Spinner: Semi-Automatic Detection of Pinning without Hostname Verification (or why 10M bank users were vulnerable)

Research output: Chapter in Book/Report/Conference proceedingConference contribution

Standard

Spinner: Semi-Automatic Detection of Pinning without Hostname Verification (or why 10M bank users were vulnerable). / McMahon Stone, Christopher; Chothia, Tom; Garcia, Flavio D.

Proceedings of 33rd Annual Computer Security Applications Conference (ACSAC 2017). Association for Computing Machinery , 2017. p. 176-188.

Research output: Chapter in Book/Report/Conference proceedingConference contribution

Harvard

McMahon Stone, C, Chothia, T & Garcia, FD 2017, Spinner: Semi-Automatic Detection of Pinning without Hostname Verification (or why 10M bank users were vulnerable). in Proceedings of 33rd Annual Computer Security Applications Conference (ACSAC 2017). Association for Computing Machinery , pp. 176-188, 33rd Annual Computer Security Applications Conference (ACSAC 2017), Orlando, Florida, United States, 4/12/17. https://doi.org/10.1145/3134600.3134628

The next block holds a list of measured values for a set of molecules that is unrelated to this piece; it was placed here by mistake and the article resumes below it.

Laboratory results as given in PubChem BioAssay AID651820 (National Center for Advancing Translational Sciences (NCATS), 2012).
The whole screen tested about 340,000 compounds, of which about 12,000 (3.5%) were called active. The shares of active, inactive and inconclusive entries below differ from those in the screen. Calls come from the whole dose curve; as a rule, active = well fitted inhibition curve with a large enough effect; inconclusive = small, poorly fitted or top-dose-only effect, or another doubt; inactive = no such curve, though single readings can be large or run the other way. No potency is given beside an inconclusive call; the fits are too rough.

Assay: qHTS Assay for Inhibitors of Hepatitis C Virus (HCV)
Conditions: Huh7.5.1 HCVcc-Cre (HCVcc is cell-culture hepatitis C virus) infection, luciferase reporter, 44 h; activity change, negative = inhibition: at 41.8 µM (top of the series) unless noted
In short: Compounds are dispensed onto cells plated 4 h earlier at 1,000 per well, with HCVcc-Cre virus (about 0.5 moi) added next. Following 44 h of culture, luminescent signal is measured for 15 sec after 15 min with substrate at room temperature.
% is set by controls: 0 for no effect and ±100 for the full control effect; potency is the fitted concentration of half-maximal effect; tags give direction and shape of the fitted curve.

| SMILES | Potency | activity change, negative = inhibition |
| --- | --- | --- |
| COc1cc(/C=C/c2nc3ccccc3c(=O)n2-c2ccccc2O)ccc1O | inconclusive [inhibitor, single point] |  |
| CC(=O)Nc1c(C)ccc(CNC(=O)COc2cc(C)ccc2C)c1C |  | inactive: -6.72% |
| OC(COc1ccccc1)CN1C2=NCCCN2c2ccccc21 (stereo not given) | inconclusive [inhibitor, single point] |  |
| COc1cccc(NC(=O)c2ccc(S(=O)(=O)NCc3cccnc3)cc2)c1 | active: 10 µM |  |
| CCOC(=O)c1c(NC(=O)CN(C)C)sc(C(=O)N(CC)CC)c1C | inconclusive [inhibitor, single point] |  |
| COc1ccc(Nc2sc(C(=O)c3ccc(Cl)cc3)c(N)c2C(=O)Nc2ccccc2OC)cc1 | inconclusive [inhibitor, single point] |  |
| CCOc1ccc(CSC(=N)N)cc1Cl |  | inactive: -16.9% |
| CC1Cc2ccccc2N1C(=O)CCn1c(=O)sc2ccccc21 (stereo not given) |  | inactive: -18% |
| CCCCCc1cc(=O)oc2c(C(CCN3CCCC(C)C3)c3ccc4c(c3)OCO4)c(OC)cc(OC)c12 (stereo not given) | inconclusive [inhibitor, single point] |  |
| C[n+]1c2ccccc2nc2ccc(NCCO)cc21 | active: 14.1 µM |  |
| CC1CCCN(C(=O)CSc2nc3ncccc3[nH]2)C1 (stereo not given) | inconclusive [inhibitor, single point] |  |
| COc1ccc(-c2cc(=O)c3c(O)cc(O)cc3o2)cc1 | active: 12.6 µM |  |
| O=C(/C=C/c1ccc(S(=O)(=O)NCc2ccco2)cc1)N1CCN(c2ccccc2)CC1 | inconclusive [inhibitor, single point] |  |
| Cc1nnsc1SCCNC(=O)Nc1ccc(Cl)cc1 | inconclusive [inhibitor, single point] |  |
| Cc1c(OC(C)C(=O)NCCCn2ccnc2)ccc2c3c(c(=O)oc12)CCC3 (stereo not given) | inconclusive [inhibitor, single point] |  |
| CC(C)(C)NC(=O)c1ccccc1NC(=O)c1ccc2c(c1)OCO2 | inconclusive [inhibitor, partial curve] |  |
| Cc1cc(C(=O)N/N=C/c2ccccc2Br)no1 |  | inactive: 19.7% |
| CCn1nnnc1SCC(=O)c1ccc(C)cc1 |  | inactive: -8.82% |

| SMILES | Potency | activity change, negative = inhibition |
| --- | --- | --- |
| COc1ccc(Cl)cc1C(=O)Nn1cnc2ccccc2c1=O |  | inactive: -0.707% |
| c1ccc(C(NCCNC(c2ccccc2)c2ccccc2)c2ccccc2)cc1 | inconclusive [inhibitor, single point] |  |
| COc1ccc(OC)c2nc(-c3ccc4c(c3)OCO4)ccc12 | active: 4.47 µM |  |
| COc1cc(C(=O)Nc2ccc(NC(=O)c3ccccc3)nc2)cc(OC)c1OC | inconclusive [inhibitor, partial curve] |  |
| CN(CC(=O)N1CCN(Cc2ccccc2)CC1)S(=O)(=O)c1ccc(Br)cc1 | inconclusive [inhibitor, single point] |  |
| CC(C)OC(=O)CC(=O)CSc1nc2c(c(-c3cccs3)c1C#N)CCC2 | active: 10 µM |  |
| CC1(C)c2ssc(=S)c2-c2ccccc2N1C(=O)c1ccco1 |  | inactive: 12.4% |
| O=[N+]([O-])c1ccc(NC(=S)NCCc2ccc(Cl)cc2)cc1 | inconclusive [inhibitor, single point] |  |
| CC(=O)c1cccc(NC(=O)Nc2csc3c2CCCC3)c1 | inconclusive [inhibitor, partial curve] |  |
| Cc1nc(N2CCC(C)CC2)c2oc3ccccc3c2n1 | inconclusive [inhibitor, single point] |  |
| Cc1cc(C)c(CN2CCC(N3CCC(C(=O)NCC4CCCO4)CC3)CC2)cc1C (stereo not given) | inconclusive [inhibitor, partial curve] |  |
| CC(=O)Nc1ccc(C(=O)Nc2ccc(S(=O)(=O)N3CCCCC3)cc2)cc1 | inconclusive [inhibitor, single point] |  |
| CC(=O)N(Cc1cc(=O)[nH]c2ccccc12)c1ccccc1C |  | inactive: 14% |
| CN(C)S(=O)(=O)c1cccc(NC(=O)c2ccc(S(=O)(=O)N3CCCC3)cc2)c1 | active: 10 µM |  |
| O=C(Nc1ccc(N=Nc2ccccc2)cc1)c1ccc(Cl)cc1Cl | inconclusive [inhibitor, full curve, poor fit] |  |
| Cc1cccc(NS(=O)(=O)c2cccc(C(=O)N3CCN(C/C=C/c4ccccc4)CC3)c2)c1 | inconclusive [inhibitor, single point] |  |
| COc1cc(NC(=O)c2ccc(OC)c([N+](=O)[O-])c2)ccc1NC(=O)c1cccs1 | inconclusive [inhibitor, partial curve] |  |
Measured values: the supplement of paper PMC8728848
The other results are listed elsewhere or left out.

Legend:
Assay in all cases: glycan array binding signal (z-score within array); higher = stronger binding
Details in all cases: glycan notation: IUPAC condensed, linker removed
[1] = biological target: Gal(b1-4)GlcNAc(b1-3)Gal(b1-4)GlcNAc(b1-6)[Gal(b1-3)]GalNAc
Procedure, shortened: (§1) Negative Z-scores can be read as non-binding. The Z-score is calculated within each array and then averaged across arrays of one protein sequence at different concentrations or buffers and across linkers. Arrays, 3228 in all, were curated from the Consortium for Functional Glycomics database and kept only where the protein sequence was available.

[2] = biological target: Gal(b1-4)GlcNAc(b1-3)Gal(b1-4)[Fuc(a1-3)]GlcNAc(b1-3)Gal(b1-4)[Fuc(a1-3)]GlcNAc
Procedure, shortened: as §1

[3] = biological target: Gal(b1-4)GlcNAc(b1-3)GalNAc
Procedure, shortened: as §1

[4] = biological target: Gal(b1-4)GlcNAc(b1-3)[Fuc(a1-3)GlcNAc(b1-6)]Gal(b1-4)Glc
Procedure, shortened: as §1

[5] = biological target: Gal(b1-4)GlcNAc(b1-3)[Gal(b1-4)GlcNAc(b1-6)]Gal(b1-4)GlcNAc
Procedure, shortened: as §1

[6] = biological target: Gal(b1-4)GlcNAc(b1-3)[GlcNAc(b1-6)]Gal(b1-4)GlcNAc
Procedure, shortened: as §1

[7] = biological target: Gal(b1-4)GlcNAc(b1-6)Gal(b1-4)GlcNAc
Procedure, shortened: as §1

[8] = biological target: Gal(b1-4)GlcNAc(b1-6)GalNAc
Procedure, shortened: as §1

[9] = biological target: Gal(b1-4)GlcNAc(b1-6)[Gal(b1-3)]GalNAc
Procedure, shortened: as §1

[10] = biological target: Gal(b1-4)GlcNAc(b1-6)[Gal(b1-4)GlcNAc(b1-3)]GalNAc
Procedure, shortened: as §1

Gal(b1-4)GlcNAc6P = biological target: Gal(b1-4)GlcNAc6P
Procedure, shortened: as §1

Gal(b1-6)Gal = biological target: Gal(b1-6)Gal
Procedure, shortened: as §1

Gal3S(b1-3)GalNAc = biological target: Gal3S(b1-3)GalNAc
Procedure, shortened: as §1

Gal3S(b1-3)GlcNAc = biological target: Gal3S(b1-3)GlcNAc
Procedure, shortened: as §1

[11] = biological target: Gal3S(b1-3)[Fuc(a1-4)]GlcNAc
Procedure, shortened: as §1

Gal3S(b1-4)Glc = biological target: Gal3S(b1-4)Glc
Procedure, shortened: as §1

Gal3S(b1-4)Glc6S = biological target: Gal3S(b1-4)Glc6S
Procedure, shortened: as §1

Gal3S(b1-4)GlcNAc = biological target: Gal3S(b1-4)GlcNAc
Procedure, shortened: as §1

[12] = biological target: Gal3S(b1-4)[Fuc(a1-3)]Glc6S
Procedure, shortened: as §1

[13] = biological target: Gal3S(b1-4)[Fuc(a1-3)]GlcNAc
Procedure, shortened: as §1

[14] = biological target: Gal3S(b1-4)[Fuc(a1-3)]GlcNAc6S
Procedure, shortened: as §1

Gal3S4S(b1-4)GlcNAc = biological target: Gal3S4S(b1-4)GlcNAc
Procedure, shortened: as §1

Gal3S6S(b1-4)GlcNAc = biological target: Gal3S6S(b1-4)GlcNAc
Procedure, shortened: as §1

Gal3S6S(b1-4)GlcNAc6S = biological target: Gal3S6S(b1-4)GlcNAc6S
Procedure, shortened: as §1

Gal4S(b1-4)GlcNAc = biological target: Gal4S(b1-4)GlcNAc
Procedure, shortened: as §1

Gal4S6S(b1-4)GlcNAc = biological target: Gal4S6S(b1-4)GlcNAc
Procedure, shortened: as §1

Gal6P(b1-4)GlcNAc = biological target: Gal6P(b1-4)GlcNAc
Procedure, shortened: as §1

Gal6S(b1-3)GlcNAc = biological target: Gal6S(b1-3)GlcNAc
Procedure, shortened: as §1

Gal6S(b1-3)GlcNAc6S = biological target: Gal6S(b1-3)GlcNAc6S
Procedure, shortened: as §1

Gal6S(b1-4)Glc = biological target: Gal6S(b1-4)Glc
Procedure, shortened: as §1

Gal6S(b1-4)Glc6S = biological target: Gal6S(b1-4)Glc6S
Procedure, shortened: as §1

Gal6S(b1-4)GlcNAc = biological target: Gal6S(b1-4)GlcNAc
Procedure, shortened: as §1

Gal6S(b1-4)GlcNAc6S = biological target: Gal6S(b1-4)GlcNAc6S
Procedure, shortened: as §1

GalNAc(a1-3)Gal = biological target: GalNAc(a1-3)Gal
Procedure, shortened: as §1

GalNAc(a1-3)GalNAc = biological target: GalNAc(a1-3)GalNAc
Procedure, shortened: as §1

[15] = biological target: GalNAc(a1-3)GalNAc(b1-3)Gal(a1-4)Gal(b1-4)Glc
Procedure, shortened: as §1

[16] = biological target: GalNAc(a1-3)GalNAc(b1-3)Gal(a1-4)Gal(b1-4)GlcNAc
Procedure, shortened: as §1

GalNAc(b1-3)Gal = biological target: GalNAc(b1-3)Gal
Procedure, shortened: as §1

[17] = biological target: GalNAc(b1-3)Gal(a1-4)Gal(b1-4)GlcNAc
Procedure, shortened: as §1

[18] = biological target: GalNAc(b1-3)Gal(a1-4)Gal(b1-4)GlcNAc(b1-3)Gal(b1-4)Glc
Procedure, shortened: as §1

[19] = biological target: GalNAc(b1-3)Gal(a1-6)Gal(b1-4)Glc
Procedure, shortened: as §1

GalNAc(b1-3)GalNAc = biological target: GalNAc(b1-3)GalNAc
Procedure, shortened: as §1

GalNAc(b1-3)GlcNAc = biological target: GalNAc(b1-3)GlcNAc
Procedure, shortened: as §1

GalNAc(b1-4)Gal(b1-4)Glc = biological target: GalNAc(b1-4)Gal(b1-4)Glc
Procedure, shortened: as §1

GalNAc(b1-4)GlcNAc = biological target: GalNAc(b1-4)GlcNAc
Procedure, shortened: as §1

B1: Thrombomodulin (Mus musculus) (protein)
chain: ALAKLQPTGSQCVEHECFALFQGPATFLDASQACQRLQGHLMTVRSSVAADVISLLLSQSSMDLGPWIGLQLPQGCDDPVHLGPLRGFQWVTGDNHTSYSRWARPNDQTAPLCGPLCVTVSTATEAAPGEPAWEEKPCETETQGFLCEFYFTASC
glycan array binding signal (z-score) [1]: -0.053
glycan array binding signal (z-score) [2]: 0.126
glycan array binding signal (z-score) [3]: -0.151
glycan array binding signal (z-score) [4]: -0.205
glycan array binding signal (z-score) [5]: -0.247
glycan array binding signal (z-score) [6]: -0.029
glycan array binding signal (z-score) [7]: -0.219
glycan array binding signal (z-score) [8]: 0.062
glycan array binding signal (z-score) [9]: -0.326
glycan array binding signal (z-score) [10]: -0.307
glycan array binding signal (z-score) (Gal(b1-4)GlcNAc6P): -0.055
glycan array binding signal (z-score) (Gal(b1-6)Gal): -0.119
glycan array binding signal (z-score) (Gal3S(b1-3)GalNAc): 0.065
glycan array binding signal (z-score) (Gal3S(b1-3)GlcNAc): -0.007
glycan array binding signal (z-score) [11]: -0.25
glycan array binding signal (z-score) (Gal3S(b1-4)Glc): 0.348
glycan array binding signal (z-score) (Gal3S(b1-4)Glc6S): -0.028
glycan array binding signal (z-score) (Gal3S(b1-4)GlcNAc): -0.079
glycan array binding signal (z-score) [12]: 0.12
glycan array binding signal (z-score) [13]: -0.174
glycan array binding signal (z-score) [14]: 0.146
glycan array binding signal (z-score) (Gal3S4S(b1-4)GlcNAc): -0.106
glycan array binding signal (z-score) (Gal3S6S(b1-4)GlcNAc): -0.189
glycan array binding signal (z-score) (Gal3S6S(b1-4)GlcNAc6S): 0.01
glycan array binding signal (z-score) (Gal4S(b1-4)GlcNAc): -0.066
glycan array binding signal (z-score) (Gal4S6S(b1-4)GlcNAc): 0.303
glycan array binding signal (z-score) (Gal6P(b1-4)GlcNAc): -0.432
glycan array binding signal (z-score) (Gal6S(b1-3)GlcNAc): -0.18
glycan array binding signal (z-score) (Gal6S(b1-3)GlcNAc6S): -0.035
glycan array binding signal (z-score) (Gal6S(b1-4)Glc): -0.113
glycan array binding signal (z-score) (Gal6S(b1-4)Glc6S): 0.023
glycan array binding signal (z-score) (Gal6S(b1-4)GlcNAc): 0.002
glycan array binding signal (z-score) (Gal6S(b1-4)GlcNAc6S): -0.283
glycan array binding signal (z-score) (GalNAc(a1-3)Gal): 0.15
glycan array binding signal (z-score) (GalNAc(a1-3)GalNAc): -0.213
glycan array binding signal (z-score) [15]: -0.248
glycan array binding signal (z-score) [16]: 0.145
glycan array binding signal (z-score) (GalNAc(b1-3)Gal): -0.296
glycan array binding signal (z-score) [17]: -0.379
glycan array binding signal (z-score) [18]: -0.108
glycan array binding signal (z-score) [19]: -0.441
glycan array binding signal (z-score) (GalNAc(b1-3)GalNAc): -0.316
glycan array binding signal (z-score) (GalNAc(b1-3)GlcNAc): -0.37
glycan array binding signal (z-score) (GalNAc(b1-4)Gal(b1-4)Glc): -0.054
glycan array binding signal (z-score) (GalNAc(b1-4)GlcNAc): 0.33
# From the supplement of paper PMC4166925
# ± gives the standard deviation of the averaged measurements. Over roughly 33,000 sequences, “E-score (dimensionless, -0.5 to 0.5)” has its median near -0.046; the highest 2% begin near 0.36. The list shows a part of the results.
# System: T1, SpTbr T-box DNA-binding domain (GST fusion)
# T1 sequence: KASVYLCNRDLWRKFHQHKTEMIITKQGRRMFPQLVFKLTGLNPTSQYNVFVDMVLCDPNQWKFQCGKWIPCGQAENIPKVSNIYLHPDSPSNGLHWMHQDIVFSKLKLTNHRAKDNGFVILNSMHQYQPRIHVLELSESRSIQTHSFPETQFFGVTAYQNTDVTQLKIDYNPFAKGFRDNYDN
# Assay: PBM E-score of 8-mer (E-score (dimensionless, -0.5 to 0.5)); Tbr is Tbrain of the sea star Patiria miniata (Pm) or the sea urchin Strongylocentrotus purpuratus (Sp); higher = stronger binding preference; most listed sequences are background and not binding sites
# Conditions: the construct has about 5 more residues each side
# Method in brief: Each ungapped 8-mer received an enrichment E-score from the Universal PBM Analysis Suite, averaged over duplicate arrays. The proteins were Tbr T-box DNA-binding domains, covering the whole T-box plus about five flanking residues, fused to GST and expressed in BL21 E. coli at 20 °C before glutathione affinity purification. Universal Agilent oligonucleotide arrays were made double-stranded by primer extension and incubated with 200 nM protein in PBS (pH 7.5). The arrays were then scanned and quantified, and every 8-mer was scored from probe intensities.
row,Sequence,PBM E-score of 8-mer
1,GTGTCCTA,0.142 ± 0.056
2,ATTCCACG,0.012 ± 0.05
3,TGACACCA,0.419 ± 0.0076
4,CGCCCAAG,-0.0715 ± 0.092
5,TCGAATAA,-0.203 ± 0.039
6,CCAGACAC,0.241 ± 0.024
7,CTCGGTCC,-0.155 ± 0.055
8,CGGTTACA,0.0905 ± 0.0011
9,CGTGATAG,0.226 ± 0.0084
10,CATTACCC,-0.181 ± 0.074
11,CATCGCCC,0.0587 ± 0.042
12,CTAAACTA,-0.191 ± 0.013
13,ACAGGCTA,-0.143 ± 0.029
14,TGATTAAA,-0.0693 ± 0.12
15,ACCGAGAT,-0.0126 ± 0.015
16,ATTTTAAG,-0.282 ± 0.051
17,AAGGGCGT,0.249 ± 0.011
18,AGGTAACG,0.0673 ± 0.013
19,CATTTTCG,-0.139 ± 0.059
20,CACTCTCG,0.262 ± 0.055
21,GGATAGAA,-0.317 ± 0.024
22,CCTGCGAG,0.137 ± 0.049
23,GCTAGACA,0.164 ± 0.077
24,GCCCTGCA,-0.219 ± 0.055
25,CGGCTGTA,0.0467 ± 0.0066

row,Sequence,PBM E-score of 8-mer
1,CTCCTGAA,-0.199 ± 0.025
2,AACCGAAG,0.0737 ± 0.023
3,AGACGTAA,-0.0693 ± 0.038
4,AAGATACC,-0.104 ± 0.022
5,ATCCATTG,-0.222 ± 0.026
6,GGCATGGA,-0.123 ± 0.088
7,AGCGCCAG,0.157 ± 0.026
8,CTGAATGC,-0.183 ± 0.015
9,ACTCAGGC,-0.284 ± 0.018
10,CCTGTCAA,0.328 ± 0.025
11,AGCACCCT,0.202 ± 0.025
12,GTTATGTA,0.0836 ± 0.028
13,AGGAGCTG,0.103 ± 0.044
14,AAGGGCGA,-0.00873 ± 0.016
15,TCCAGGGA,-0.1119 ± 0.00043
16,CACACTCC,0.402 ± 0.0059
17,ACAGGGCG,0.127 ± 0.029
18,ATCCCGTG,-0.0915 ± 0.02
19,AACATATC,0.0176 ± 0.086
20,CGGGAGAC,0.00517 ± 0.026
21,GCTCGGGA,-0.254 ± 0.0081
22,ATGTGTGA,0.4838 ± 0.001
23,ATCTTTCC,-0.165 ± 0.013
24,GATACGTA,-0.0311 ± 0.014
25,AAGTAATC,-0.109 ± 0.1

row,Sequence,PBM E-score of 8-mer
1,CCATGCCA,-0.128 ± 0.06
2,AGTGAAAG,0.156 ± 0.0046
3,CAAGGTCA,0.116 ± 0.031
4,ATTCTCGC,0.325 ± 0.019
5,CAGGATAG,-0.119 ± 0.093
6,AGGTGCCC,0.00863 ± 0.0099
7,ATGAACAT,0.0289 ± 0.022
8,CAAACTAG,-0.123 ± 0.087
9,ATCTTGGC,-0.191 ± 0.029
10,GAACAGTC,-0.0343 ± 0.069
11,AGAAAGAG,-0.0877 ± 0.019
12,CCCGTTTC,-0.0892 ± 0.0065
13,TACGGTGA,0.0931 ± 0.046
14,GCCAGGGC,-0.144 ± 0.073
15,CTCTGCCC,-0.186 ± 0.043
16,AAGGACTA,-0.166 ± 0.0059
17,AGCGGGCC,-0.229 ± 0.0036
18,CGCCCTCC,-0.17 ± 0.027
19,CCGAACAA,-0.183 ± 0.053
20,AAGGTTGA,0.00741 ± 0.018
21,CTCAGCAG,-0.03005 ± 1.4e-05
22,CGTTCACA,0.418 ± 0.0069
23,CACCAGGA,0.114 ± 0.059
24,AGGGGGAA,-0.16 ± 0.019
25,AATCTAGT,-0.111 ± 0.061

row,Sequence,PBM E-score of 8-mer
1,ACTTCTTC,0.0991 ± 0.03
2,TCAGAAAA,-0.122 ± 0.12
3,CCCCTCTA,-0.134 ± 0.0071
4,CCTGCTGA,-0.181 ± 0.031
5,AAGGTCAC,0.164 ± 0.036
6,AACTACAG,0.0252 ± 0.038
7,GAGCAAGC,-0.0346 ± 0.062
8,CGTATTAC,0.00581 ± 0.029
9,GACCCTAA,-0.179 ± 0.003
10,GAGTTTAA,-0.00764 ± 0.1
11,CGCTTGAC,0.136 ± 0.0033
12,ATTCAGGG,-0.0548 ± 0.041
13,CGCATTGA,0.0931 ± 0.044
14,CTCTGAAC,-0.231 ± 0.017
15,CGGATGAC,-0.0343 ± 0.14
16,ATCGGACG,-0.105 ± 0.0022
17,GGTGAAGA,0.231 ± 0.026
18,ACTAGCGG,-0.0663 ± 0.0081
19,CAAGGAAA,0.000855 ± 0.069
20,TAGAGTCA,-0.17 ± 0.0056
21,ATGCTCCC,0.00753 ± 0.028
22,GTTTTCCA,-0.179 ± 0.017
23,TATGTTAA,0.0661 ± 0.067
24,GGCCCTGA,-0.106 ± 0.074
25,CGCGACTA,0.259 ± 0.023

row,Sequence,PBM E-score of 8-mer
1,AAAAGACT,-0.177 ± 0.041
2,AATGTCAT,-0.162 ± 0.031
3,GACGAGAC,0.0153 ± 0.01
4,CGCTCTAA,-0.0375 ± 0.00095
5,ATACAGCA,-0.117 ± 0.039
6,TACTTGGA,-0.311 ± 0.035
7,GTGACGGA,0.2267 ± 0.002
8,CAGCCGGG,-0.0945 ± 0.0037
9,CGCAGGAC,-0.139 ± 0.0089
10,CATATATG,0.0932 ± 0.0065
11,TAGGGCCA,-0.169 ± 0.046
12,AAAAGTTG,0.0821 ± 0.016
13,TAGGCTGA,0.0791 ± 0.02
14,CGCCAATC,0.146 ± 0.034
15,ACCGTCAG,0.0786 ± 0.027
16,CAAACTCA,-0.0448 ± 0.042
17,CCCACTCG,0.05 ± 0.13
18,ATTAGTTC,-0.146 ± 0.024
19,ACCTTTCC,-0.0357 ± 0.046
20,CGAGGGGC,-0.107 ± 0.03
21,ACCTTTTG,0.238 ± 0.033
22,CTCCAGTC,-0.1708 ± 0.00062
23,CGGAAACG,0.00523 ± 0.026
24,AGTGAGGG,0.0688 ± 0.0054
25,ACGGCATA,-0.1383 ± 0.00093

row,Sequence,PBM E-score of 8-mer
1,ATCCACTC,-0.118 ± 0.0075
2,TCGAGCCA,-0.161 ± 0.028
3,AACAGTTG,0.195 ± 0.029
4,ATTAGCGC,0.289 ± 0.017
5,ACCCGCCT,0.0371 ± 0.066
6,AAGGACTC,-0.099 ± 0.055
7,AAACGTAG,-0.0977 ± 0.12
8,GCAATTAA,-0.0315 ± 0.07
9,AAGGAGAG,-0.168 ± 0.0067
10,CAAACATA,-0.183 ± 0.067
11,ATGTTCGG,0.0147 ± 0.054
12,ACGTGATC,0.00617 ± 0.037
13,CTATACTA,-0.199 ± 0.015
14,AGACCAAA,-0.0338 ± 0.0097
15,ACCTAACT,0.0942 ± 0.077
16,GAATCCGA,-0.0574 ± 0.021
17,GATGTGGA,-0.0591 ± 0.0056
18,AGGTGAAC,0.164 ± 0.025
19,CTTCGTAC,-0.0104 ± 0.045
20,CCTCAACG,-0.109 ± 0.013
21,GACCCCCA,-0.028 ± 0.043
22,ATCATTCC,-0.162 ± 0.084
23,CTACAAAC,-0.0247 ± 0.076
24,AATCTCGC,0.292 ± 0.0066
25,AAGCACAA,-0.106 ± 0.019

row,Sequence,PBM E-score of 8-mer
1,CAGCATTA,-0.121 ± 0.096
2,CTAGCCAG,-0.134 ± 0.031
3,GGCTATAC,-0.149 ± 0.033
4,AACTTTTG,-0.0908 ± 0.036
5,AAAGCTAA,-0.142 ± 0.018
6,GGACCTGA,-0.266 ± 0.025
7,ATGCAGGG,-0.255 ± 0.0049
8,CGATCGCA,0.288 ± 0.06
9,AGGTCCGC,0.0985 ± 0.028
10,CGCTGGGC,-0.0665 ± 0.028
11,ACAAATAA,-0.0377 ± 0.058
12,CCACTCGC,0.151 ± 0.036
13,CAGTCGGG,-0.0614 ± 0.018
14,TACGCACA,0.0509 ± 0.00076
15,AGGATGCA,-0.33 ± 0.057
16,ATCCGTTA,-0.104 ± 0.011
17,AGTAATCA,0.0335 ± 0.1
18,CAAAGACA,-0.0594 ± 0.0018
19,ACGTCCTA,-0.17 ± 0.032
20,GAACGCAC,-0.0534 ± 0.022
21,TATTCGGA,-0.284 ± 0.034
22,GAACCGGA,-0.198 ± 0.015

APA

McMahon Stone, C., Chothia, T., & Garcia, F. D. (2017). Spinner: Semi-Automatic Detection of Pinning without Hostname Verification (or why 10M bank users were vulnerable). In Proceedings of 33rd Annual Computer Security Applications Conference (ACSAC 2017) (pp. 176-188). Association for Computing Machinery . https://doi.org/10.1145/3134600.3134628

Vancouver

McMahon Stone C, Chothia T, Garcia FD. Spinner: Semi-Automatic Detection of Pinning without Hostname Verification (or why 10M bank users were vulnerable). In Proceedings of 33rd Annual Computer Security Applications Conference (ACSAC 2017). Association for Computing Machinery . 2017. p. 176-188 https://doi.org/10.1145/3134600.3134628

Author

McMahon Stone, Christopher ; Chothia, Tom ; Garcia, Flavio D. / Spinner: Semi-Automatic Detection of Pinning without Hostname Verification (or why 10M bank users were vulnerable). Proceedings of 33rd Annual Computer Security Applications Conference (ACSAC 2017). Association for Computing Machinery , 2017. pp. 176-188

Bibtex

@inproceedings{1f7272ef0133458b9fa79bcf9c5cae59,
title = "Spinner: Semi-Automatic Detection of Pinning without Hostname Verification (or why 10M bank users were vulnerable)",